Fourth or last round calls are usually with the CEOs, presidents or business strategy/visionaries.
For a startup, the Product Manager and hiring manager is likely the CEO. Companies that don’t have a Product department have the founders as the Product Manager.
If you’ve gotten this far into the process, it’s likely that you already know enough about the role or the Product Manager. What you need to demonstrate during this interview is genuine interest in the role and competency in communicating knowledge.
This ties very specifically on asking questions about the business because if they’re the CEO or the President and they can’t give you a good answer on the strategy of the business, you probably don’t want to work there.
When you talk to these individuals you have to understand that if they’re the president, the founder or the CEO or visionaries, especially they’re in this stage, they’re very focused on the company vision.
This means that every question you ask and every answer you give to their questions has to be focused on the company vision. Whether it is the reason for leaving or your product development lifecycle - it has to be focused on company vision.
“Talk to me about your ten-year plan. Do you think that your primary product is going to be acquired? Do you have an extra strategy? Are you looking to become public? Are you looking to become the Apple of your domain? Are you looking to sell the company and be a feature on Google? What is the long-term strategy?”
When you’re asking them about the business, ask them about the industry, ask them about their competitors, ask them about their placement on the marketplace.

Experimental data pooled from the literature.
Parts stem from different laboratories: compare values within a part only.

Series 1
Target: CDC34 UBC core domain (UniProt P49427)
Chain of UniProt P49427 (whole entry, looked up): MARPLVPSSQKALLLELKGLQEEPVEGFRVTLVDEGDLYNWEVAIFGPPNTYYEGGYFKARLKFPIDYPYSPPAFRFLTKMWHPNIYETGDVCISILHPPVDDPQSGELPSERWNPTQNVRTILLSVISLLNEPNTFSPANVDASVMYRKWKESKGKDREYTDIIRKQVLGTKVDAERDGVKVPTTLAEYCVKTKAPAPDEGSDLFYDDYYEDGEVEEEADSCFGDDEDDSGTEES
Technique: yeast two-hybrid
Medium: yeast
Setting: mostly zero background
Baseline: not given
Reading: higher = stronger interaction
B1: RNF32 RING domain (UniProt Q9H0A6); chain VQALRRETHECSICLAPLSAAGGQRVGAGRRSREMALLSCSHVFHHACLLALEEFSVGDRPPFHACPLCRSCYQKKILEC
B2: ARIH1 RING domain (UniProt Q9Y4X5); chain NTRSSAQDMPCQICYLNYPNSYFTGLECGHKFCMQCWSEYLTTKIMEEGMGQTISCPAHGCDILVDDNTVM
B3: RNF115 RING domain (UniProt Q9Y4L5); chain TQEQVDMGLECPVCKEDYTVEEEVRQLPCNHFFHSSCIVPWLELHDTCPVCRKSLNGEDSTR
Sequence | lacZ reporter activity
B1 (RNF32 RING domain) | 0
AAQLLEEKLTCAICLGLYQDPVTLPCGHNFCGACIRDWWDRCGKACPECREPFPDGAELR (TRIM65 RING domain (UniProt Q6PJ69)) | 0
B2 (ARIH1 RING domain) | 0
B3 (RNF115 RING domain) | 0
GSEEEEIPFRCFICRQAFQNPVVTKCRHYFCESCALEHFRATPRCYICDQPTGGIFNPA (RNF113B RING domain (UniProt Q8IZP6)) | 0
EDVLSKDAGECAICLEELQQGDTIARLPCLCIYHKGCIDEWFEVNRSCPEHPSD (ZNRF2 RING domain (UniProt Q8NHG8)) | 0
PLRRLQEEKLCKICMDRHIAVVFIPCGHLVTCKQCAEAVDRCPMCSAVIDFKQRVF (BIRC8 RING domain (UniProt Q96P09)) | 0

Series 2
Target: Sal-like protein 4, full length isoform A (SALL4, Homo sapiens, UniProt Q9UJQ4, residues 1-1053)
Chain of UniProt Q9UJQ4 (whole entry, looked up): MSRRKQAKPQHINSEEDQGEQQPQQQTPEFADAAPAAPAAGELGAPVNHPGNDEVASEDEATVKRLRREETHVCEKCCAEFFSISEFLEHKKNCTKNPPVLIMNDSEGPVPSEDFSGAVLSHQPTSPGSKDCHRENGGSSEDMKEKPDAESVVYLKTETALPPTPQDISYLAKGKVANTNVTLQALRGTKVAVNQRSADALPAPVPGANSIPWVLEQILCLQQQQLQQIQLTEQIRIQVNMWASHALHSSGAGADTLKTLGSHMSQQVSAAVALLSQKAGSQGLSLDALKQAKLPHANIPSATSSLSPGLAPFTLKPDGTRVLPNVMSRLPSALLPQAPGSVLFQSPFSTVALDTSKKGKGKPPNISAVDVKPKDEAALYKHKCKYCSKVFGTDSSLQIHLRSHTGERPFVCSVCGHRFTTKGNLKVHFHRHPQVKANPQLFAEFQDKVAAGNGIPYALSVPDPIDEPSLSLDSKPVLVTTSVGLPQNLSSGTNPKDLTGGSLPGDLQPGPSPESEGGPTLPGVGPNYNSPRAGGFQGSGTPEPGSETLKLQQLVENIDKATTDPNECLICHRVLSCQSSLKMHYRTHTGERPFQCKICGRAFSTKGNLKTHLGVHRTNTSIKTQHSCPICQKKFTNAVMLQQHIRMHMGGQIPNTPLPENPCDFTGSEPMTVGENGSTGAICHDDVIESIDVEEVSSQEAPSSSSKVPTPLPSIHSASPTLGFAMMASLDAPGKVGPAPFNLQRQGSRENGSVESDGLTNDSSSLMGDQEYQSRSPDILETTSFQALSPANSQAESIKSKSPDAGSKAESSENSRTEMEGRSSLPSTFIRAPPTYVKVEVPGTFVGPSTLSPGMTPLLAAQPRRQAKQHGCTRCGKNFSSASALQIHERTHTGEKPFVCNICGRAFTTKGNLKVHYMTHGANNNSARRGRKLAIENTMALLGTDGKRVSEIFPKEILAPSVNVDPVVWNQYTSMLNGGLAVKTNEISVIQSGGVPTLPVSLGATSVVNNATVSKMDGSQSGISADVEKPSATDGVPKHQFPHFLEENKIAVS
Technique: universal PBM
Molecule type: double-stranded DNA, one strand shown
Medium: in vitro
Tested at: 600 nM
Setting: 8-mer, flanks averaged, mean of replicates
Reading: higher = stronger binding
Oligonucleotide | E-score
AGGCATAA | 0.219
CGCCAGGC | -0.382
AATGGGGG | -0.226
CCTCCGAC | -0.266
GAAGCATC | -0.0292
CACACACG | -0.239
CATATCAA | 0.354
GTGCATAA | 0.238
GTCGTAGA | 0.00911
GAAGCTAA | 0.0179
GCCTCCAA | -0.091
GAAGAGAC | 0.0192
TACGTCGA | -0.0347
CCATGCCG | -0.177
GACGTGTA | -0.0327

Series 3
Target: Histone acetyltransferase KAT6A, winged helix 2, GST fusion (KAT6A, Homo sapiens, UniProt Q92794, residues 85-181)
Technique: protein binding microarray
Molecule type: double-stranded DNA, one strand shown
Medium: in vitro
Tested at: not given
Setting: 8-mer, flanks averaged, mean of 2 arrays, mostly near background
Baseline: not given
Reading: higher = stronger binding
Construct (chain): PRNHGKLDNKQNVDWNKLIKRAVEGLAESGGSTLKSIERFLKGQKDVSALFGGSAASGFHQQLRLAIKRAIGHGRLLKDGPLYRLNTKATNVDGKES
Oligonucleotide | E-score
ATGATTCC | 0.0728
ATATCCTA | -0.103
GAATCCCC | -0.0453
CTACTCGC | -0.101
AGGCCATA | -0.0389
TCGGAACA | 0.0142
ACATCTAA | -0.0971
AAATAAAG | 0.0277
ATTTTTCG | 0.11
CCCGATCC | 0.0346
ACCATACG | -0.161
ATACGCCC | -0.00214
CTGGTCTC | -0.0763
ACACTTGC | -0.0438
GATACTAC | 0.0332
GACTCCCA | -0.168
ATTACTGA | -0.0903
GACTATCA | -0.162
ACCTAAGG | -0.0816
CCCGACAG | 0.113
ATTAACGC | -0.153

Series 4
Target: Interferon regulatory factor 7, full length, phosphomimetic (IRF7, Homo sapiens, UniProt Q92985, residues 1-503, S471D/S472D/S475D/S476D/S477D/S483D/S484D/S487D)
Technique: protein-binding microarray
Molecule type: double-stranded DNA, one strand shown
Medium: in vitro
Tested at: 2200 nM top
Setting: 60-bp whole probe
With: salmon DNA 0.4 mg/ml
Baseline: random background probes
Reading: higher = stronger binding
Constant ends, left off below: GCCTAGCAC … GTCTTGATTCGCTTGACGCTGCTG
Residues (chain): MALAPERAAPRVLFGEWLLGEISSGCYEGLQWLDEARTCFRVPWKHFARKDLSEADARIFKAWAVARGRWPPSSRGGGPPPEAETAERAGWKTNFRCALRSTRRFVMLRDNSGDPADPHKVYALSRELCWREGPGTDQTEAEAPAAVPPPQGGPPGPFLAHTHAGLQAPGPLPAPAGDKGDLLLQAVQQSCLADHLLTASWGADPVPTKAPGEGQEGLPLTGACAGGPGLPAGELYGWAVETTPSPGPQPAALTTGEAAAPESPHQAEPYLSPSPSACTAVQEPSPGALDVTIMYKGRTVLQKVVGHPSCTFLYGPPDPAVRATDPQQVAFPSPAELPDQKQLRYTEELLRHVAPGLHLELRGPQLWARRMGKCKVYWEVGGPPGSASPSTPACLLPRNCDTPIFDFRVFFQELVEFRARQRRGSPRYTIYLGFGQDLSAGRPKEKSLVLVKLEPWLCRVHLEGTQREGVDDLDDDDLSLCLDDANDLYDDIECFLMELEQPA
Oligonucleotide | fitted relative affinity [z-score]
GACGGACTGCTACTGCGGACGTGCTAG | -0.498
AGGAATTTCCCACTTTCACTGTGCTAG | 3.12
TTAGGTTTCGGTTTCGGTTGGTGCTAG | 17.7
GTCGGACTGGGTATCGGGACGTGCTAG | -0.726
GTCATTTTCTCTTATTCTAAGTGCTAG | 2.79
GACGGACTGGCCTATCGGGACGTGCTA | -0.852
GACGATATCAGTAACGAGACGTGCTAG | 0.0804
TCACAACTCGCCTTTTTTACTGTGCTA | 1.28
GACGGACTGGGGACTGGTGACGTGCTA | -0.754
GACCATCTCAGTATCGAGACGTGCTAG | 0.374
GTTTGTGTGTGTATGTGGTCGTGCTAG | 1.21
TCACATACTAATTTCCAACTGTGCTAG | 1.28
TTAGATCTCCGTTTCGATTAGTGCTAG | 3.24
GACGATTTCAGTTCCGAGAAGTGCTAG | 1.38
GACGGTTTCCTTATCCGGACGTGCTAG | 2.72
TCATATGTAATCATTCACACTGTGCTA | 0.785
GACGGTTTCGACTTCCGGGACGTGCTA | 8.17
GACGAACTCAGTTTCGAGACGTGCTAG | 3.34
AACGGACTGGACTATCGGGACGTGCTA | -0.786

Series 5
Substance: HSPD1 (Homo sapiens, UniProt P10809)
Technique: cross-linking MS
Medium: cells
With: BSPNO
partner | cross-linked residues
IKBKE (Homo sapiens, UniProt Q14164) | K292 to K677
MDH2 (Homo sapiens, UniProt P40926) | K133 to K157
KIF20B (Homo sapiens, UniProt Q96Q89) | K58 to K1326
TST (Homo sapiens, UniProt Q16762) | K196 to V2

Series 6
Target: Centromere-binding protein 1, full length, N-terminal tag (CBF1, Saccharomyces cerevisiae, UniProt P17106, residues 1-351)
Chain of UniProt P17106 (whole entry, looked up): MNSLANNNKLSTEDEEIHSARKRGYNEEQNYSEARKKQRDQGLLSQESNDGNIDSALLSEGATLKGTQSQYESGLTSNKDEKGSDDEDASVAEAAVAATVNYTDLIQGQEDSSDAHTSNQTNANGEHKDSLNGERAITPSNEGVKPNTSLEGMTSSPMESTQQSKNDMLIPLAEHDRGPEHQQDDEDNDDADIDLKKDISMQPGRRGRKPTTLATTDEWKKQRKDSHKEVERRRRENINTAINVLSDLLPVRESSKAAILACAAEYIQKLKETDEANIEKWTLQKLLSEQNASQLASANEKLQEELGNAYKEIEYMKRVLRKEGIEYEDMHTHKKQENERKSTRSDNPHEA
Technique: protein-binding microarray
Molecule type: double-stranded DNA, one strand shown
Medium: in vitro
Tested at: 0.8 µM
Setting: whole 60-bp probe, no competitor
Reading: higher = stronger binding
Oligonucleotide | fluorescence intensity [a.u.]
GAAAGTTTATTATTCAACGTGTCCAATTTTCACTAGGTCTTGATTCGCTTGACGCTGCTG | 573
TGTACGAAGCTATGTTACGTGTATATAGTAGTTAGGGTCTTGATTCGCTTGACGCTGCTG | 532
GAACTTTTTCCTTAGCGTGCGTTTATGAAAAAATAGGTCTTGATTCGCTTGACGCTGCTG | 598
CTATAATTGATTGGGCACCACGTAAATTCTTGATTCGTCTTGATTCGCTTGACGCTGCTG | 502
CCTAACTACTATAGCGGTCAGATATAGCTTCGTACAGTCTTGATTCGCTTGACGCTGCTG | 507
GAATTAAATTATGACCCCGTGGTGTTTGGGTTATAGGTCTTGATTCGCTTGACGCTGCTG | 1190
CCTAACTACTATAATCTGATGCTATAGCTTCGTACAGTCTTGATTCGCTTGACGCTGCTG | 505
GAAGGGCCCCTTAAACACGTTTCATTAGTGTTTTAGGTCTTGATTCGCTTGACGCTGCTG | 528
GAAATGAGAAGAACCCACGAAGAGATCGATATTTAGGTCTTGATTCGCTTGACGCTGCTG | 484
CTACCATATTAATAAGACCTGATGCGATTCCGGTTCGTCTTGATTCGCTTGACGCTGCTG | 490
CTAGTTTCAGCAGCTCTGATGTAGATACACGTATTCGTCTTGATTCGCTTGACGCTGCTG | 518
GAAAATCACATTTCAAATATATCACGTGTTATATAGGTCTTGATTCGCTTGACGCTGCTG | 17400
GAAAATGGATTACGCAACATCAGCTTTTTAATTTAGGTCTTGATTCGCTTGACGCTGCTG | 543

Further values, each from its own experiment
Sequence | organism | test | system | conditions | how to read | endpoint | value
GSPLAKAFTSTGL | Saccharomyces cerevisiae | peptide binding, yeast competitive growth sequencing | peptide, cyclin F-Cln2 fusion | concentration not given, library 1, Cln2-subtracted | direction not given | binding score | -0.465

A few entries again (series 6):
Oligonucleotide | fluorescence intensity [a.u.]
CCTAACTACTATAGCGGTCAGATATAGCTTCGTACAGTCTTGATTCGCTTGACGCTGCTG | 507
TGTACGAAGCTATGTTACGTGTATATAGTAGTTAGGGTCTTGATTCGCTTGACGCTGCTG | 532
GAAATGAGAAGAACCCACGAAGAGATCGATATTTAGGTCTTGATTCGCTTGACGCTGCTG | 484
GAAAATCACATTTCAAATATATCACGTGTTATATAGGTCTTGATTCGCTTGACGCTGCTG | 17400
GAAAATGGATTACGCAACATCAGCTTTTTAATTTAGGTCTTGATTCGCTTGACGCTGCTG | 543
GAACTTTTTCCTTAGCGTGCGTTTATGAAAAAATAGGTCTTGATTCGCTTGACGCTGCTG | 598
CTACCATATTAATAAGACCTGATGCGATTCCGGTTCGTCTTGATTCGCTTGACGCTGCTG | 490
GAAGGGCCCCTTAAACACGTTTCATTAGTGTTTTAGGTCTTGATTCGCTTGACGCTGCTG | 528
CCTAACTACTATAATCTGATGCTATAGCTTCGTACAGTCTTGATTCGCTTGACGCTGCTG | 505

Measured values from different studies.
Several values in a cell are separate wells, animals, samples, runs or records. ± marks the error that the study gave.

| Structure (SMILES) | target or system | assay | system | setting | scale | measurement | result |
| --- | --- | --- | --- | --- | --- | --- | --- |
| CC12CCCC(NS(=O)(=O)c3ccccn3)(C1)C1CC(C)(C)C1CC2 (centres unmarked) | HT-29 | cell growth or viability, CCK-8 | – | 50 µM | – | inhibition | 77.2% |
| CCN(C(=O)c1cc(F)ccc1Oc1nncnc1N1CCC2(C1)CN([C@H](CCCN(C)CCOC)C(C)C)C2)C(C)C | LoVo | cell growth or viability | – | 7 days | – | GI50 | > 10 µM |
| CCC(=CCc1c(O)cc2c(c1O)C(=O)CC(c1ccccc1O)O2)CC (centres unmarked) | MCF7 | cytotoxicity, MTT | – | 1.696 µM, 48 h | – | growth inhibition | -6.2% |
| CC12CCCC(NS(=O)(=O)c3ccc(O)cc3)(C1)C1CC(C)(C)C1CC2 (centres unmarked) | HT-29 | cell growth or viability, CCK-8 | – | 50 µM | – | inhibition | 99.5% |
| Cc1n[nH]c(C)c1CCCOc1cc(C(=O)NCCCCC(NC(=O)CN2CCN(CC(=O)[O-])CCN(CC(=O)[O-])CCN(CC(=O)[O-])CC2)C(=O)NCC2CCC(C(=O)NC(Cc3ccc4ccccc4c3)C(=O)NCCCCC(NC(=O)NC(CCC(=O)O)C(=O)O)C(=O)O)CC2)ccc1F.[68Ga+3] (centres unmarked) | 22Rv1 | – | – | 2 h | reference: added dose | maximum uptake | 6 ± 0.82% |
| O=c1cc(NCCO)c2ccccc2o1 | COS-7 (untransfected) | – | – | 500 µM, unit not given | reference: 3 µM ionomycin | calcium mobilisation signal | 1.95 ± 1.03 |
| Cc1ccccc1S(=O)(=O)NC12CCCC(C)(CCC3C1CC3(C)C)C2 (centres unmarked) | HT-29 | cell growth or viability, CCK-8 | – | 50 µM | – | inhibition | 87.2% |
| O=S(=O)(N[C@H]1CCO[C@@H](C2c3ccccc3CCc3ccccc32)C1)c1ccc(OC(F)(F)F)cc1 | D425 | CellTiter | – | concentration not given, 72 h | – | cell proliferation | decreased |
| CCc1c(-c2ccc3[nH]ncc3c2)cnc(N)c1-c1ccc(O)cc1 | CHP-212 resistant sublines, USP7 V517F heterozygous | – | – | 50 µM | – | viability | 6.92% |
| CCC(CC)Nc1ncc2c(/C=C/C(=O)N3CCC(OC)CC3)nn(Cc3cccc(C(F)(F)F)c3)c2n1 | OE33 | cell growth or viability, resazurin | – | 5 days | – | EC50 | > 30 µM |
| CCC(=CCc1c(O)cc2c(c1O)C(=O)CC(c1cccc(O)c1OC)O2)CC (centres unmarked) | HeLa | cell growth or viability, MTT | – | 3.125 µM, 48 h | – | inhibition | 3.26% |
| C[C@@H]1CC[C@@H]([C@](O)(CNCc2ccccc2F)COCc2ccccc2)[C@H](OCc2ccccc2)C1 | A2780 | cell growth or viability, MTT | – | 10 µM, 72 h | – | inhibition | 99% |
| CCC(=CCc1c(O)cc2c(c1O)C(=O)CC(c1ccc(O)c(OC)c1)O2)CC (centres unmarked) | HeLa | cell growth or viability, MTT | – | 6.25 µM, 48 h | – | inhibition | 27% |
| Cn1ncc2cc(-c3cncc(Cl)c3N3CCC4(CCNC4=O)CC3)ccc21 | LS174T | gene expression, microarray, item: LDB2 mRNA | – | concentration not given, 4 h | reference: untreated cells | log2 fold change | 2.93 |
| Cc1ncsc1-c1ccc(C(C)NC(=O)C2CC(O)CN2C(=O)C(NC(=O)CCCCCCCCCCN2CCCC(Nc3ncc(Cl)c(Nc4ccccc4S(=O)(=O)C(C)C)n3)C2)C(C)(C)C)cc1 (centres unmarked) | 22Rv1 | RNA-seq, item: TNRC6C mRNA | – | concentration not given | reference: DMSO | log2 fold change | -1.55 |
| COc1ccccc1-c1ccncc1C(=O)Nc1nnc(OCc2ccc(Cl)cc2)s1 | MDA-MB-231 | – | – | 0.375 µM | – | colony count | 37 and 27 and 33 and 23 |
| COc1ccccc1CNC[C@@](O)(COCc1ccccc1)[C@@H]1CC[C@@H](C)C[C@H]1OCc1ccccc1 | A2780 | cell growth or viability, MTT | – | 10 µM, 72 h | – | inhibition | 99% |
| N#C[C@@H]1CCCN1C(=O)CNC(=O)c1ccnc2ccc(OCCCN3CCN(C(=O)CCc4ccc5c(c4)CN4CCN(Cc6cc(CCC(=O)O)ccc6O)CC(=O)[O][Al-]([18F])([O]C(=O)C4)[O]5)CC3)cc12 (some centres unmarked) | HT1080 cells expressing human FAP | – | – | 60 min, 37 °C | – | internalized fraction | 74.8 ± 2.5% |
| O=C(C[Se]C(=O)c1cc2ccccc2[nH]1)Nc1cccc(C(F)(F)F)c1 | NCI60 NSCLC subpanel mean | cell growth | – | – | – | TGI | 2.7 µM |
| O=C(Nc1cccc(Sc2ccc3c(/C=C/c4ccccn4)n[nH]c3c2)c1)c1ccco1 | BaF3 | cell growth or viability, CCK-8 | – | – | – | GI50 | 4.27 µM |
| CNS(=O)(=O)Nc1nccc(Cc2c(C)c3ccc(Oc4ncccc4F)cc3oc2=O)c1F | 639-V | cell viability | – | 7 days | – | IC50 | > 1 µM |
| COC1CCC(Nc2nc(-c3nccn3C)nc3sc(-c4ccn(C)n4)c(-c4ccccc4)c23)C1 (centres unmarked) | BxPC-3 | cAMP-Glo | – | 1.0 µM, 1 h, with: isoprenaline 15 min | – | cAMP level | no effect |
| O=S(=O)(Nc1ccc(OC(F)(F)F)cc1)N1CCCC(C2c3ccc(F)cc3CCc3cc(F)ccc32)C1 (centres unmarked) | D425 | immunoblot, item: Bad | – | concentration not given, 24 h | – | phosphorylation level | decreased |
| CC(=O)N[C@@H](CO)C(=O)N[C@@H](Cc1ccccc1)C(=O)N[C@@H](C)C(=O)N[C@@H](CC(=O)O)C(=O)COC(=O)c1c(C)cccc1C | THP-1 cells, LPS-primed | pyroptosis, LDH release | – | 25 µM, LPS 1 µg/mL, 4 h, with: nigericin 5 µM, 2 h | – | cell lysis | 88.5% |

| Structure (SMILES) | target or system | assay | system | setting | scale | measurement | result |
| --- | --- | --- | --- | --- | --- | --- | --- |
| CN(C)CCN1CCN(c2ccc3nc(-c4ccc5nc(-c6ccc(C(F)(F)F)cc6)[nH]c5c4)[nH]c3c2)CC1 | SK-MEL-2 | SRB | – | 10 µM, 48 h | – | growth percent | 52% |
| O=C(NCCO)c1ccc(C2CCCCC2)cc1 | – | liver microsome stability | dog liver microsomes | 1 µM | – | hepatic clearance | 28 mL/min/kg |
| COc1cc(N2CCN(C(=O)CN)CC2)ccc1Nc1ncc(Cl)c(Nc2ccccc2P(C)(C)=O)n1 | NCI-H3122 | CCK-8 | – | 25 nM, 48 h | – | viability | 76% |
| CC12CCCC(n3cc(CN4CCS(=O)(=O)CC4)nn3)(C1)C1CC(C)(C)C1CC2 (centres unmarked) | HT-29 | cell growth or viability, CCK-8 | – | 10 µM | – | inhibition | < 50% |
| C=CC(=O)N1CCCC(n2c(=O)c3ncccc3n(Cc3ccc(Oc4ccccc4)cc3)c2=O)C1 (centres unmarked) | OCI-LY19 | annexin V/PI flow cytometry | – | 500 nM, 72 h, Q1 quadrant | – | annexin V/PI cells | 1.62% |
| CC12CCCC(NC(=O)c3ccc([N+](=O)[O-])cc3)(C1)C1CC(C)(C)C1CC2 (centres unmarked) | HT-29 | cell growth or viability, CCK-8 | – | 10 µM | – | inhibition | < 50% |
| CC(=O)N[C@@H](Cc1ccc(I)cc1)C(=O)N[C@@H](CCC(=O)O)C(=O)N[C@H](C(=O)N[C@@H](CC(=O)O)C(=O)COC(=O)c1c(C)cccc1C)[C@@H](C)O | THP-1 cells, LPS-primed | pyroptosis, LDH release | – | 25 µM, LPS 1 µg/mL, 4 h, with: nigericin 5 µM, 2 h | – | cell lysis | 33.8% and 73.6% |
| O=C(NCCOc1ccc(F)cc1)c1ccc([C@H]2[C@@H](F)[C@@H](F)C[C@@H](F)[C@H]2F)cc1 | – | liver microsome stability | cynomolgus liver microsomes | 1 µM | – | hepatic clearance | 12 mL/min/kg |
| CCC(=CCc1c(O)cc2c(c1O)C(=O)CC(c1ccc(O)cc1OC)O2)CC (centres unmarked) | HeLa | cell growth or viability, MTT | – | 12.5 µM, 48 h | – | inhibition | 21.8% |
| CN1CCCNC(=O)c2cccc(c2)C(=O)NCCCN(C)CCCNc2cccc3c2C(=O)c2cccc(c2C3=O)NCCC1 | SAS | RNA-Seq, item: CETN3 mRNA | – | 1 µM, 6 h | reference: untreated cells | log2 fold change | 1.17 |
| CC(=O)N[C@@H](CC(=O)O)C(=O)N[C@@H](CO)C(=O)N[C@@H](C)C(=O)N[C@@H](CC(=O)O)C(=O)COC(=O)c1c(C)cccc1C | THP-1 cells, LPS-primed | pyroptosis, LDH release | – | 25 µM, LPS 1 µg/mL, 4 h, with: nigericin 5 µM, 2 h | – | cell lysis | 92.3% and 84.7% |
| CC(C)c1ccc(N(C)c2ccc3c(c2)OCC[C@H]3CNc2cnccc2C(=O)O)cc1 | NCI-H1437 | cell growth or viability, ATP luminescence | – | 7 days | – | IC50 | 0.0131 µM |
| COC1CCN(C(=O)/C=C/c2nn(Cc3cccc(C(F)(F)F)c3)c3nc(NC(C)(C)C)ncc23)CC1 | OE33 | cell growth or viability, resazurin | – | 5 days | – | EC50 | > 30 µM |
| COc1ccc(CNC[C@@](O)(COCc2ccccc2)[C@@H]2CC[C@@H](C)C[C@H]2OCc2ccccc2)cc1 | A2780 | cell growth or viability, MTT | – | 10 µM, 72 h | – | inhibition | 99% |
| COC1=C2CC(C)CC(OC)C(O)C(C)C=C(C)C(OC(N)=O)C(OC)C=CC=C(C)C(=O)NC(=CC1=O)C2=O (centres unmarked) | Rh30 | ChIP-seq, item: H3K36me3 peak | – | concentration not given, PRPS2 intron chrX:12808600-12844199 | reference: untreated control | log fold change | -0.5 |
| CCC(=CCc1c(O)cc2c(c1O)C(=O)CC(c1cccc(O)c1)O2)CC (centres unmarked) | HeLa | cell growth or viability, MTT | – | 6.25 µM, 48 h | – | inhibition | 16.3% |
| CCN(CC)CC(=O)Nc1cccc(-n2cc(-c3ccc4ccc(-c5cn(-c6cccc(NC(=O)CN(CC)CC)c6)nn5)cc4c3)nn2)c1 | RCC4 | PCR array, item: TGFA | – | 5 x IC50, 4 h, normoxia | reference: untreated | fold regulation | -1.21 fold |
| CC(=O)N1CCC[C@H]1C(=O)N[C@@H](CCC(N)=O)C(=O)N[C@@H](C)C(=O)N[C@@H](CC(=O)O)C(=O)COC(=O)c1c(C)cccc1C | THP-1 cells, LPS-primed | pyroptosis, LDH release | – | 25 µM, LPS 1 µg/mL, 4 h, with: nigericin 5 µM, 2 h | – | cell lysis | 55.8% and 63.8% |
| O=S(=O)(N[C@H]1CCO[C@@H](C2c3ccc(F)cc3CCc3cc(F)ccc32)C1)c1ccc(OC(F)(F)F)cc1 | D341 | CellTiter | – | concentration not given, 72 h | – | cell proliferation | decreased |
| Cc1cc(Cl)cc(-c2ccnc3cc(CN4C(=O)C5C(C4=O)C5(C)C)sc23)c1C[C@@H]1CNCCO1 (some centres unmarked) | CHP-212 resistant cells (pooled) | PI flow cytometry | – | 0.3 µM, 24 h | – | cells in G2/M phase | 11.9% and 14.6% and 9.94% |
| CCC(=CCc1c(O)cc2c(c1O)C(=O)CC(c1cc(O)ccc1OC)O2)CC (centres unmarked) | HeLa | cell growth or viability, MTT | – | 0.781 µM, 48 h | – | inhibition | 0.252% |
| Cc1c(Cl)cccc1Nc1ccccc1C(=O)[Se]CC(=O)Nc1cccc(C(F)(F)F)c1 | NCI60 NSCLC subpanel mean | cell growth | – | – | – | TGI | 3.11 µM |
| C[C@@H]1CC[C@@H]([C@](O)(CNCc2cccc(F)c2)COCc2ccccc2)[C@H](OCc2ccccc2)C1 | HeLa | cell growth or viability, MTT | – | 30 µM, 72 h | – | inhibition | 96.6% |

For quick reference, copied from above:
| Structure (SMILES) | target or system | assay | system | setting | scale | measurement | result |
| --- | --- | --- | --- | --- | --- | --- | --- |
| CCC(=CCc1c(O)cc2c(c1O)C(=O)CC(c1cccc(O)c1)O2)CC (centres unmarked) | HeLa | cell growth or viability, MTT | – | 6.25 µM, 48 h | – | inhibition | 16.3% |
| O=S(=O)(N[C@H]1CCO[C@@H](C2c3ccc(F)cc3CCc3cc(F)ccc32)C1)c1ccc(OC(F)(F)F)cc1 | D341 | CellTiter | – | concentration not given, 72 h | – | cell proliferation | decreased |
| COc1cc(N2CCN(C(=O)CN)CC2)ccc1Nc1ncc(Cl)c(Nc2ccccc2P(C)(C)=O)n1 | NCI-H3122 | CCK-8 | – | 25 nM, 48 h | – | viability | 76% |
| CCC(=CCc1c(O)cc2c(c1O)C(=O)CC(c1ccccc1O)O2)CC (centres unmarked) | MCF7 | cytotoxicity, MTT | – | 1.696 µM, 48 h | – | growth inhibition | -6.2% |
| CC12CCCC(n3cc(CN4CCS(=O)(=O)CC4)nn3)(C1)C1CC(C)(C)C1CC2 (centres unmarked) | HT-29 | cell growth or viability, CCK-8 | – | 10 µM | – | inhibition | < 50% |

“What do you see is your key competitive advantage across these people? Do you see it changing in the next five to six years?”
Ask questions about change, because when they hear that from you, that means you are thinking of staying with the company longer term, and you’re evaluating the business short term and long term.
Simply put, when you are asking questions about the business, you’re asking about their story.
Again, you have to understand that these people, especially the founders, they have been the Product Manager. They have been the CEO. They are the Product Managers. So, if they exist past the initial interview stage, they are really handing you their baby. You want to make sure that you ask the right questions related to their baby, like when their baby grows up, when the baby needs to be independent, or anything that has revolves around with how the baby changes.
If you’re looking for specific questions and their answers to what these CEOs and Fourth Round interviewers ask, please schedule a call with us or attend one of our upcoming events to learn more about what steps you should take for to begin your Product Management transition today.
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